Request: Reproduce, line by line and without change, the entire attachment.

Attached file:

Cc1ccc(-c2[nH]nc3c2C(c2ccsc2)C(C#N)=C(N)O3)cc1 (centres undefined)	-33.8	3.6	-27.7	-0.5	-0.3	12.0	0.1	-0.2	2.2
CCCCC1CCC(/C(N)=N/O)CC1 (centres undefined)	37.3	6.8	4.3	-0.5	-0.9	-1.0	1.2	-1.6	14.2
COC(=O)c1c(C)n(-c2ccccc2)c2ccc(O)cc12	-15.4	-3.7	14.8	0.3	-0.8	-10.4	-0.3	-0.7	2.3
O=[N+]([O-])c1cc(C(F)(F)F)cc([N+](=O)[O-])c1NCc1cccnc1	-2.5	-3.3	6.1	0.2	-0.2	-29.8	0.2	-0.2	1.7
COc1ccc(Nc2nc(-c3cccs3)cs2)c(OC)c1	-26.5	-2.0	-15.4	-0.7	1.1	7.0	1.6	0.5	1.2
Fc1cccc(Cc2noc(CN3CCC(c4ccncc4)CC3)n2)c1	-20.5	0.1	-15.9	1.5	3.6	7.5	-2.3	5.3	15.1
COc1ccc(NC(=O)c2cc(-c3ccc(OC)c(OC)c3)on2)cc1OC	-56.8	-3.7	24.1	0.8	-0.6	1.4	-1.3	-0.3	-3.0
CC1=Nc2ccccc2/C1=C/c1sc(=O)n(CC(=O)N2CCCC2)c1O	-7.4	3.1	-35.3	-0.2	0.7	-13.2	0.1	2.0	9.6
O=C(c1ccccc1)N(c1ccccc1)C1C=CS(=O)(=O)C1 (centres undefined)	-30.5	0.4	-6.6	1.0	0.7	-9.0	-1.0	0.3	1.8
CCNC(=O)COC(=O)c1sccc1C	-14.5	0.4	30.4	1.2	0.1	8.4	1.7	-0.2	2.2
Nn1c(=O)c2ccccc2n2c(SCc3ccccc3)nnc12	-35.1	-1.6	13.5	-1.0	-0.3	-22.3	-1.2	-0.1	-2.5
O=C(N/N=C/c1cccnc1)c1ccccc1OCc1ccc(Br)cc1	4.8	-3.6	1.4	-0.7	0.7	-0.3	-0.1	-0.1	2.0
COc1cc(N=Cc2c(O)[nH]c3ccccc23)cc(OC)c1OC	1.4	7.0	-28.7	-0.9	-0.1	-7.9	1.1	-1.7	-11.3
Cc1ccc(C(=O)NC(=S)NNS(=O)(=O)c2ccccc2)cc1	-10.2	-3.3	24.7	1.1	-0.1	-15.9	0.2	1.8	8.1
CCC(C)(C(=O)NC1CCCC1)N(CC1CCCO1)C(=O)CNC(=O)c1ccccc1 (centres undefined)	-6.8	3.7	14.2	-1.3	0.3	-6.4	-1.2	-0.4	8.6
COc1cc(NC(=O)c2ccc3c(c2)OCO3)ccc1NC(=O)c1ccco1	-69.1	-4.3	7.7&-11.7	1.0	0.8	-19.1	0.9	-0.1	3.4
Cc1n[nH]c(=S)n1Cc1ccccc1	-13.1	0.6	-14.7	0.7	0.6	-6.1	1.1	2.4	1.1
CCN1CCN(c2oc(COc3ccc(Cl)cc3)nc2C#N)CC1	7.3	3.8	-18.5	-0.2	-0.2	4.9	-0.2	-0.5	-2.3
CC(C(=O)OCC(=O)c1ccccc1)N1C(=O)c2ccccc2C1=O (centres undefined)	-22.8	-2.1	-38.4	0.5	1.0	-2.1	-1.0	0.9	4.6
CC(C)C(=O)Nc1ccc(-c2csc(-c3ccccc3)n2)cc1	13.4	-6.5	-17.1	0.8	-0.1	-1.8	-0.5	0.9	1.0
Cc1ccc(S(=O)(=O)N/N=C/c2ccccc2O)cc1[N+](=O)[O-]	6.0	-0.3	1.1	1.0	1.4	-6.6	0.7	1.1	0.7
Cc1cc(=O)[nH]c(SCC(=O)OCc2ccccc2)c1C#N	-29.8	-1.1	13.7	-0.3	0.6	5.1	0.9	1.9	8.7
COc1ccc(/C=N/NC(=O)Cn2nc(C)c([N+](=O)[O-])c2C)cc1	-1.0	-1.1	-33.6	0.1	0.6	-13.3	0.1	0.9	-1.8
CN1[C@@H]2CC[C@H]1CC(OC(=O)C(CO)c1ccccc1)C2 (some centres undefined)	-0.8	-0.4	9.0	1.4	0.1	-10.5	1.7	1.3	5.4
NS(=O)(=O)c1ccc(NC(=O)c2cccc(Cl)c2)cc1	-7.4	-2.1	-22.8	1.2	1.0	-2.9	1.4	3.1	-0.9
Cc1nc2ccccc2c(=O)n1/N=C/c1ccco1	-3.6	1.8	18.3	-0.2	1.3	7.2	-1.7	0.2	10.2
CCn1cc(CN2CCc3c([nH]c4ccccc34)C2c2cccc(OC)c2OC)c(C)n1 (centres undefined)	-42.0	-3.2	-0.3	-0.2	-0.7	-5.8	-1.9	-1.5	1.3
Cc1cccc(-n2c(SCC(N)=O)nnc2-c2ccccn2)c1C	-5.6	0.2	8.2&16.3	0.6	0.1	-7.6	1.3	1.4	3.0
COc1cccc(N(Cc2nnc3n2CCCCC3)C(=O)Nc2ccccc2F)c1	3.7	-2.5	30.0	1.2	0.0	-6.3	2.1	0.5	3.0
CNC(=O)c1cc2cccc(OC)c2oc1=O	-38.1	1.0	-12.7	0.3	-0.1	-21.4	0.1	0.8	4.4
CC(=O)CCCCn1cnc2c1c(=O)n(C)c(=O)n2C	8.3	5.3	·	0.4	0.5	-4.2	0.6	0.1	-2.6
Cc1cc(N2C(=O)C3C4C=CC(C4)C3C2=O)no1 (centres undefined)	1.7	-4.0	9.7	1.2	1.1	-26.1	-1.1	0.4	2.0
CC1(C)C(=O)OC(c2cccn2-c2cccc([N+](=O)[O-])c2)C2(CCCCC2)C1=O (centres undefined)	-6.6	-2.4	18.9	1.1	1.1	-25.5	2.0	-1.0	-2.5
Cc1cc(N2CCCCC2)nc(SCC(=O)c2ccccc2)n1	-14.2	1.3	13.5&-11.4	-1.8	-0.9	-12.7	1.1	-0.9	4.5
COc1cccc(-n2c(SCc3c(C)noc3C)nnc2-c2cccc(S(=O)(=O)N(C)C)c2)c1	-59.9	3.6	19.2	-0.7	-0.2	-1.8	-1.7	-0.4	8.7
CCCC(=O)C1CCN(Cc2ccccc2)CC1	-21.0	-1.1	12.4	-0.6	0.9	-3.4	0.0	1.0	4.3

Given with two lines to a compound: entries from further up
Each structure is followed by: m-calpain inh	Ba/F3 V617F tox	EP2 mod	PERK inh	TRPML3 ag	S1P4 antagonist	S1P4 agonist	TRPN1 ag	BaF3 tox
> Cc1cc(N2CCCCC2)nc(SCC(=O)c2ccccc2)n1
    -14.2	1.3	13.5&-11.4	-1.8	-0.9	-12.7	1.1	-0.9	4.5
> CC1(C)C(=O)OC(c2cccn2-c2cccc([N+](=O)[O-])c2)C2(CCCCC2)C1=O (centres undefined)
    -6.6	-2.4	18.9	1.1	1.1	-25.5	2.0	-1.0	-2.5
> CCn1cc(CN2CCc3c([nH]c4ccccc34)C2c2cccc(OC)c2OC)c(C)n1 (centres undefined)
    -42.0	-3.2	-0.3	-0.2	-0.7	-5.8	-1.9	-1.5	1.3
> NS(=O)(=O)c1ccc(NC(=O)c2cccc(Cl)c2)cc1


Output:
Cc1ccc(-c2[nH]nc3c2C(c2ccsc2)C(C#N)=C(N)O3)cc1 (centres undefined)	-33.8	3.6	-27.7	-0.5	-0.3	12.0	0.1	-0.2	2.2
CCCCC1CCC(/C(N)=N/O)CC1 (centres undefined)	37.3	6.8	4.3	-0.5	-0.9	-1.0	1.2	-1.6	14.2
COC(=O)c1c(C)n(-c2ccccc2)c2ccc(O)cc12	-15.4	-3.7	14.8	0.3	-0.8	-10.4	-0.3	-0.7	2.3
O=[N+]([O-])c1cc(C(F)(F)F)cc([N+](=O)[O-])c1NCc1cccnc1	-2.5	-3.3	6.1	0.2	-0.2	-29.8	0.2	-0.2	1.7
COc1ccc(Nc2nc(-c3cccs3)cs2)c(OC)c1	-26.5	-2.0	-15.4	-0.7	1.1	7.0	1.6	0.5	1.2
Fc1cccc(Cc2noc(CN3CCC(c4ccncc4)CC3)n2)c1	-20.5	0.1	-15.9	1.5	3.6	7.5	-2.3	5.3	15.1
COc1ccc(NC(=O)c2cc(-c3ccc(OC)c(OC)c3)on2)cc1OC	-56.8	-3.7	24.1	0.8	-0.6	1.4	-1.3	-0.3	-3.0
CC1=Nc2ccccc2/C1=C/c1sc(=O)n(CC(=O)N2CCCC2)c1O	-7.4	3.1	-35.3	-0.2	0.7	-13.2	0.1	2.0	9.6
O=C(c1ccccc1)N(c1ccccc1)C1C=CS(=O)(=O)C1 (centres undefined)	-30.5	0.4	-6.6	1.0	0.7	-9.0	-1.0	0.3	1.8
CCNC(=O)COC(=O)c1sccc1C	-14.5	0.4	30.4	1.2	0.1	8.4	1.7	-0.2	2.2
Nn1c(=O)c2ccccc2n2c(SCc3ccccc3)nnc12	-35.1	-1.6	13.5	-1.0	-0.3	-22.3	-1.2	-0.1	-2.5
O=C(N/N=C/c1cccnc1)c1ccccc1OCc1ccc(Br)cc1	4.8	-3.6	1.4	-0.7	0.7	-0.3	-0.1	-0.1	2.0
COc1cc(N=Cc2c(O)[nH]c3ccccc23)cc(OC)c1OC	1.4	7.0	-28.7	-0.9	-0.1	-7.9	1.1	-1.7	-11.3
Cc1ccc(C(=O)NC(=S)NNS(=O)(=O)c2ccccc2)cc1	-10.2	-3.3	24.7	1.1	-0.1	-15.9	0.2	1.8	8.1
CCC(C)(C(=O)NC1CCCC1)N(CC1CCCO1)C(=O)CNC(=O)c1ccccc1 (centres undefined)	-6.8	3.7	14.2	-1.3	0.3	-6.4	-1.2	-0.4	8.6
COc1cc(NC(=O)c2ccc3c(c2)OCO3)ccc1NC(=O)c1ccco1	-69.1	-4.3	7.7&-11.7	1.0	0.8	-19.1	0.9	-0.1	3.4
Cc1n[nH]c(=S)n1Cc1ccccc1	-13.1	0.6	-14.7	0.7	0.6	-6.1	1.1	2.4	1.1
CCN1CCN(c2oc(COc3ccc(Cl)cc3)nc2C#N)CC1	7.3	3.8	-18.5	-0.2	-0.2	4.9	-0.2	-0.5	-2.3
CC(C(=O)OCC(=O)c1ccccc1)N1C(=O)c2ccccc2C1=O (centres undefined)	-22.8	-2.1	-38.4	0.5	1.0	-2.1	-1.0	0.9	4.6
CC(C)C(=O)Nc1ccc(-c2csc(-c3ccccc3)n2)cc1	13.4	-6.5	-17.1	0.8	-0.1	-1.8	-0.5	0.9	1.0
Cc1ccc(S(=O)(=O)N/N=C/c2ccccc2O)cc1[N+](=O)[O-]	6.0	-0.3	1.1	1.0	1.4	-6.6	0.7	1.1	0.7
Cc1cc(=O)[nH]c(SCC(=O)OCc2ccccc2)c1C#N	-29.8	-1.1	13.7	-0.3	0.6	5.1	0.9	1.9	8.7
COc1ccc(/C=N/NC(=O)Cn2nc(C)c([N+](=O)[O-])c2C)cc1	-1.0	-1.1	-33.6	0.1	0.6	-13.3	0.1	0.9	-1.8
CN1[C@@H]2CC[C@H]1CC(OC(=O)C(CO)c1ccccc1)C2 (some centres undefined)	-0.8	-0.4	9.0	1.4	0.1	-10.5	1.7	1.3	5.4
NS(=O)(=O)c1ccc(NC(=O)c2cccc(Cl)c2)cc1	-7.4	-2.1	-22.8	1.2	1.0	-2.9	1.4	3.1	-0.9
Cc1nc2ccccc2c(=O)n1/N=C/c1ccco1	-3.6	1.8	18.3	-0.2	1.3	7.2	-1.7	0.2	10.2
CCn1cc(CN2CCc3c([nH]c4ccccc34)C2c2cccc(OC)c2OC)c(C)n1 (centres undefined)	-42.0	-3.2	-0.3	-0.2	-0.7	-5.8	-1.9	-1.5	1.3
Cc1cccc(-n2c(SCC(N)=O)nnc2-c2ccccn2)c1C	-5.6	0.2	8.2&16.3	0.6	0.1	-7.6	1.3	1.4	3.0
COc1cccc(N(Cc2nnc3n2CCCCC3)C(=O)Nc2ccccc2F)c1	3.7	-2.5	30.0	1.2	0.0	-6.3	2.1	0.5	3.0
CNC(=O)c1cc2cccc(OC)c2oc1=O	-38.1	1.0	-12.7	0.3	-0.1	-21.4	0.1	0.8	4.4
CC(=O)CCCCn1cnc2c1c(=O)n(C)c(=O)n2C	8.3	5.3	·	0.4	0.5	-4.2	0.6	0.1	-2.6
Cc1cc(N2C(=O)C3C4C=CC(C4)C3C2=O)no1 (centres undefined)	1.7	-4.0	9.7	1.2	1.1	-26.1	-1.1	0.4	2.0
CC1(C)C(=O)OC(c2cccn2-c2cccc([N+](=O)[O-])c2)C2(CCCCC2)C1=O (centres undefined)	-6.6	-2.4	18.9	1.1	1.1	-25.5	2.0	-1.0	-2.5
Cc1cc(N2CCCCC2)nc(SCC(=O)c2ccccc2)n1	-14.2	1.3	13.5&-11.4	-1.8	-0.9	-12.7	1.1	-0.9	4.5
COc1cccc(-n2c(SCc3c(C)noc3C)nnc2-c2cccc(S(=O)(=O)N(C)C)c2)c1	-59.9	3.6	19.2	-0.7	-0.2	-1.8	-1.7	-0.4	8.7
CCCC(=O)C1CCN(Cc2ccccc2)CC1	-21.0	-1.1	12.4	-0.6	0.9	-3.4	0.0	1.0	4.3

Given with two lines to a compound: entries from further up
Each structure is followed by: m-calpain inh	Ba/F3 V617F tox	EP2 mod	PERK inh	TRPML3 ag	S1P4 antagonist	S1P4 agonist	TRPN1 ag	BaF3 tox
> Cc1cc(N2CCCCC2)nc(SCC(=O)c2ccccc2)n1
    -14.2	1.3	13.5&-11.4	-1.8	-0.9	-12.7	1.1	-0.9	4.5
> CC1(C)C(=O)OC(c2cccn2-c2cccc([N+](=O)[O-])c2)C2(CCCCC2)C1=O (centres undefined)
    -6.6	-2.4	18.9	1.1	1.1	-25.5	2.0	-1.0	-2.5
> CCn1cc(CN2CCc3c([nH]c4ccccc34)C2c2cccc(OC)c2OC)c(C)n1 (centres undefined)
    -42.0	-3.2	-0.3	-0.2	-0.7	-5.8	-1.9	-1.5	1.3
> NS(=O)(=O)c1ccc(NC(=O)c2cccc(Cl)c2)cc1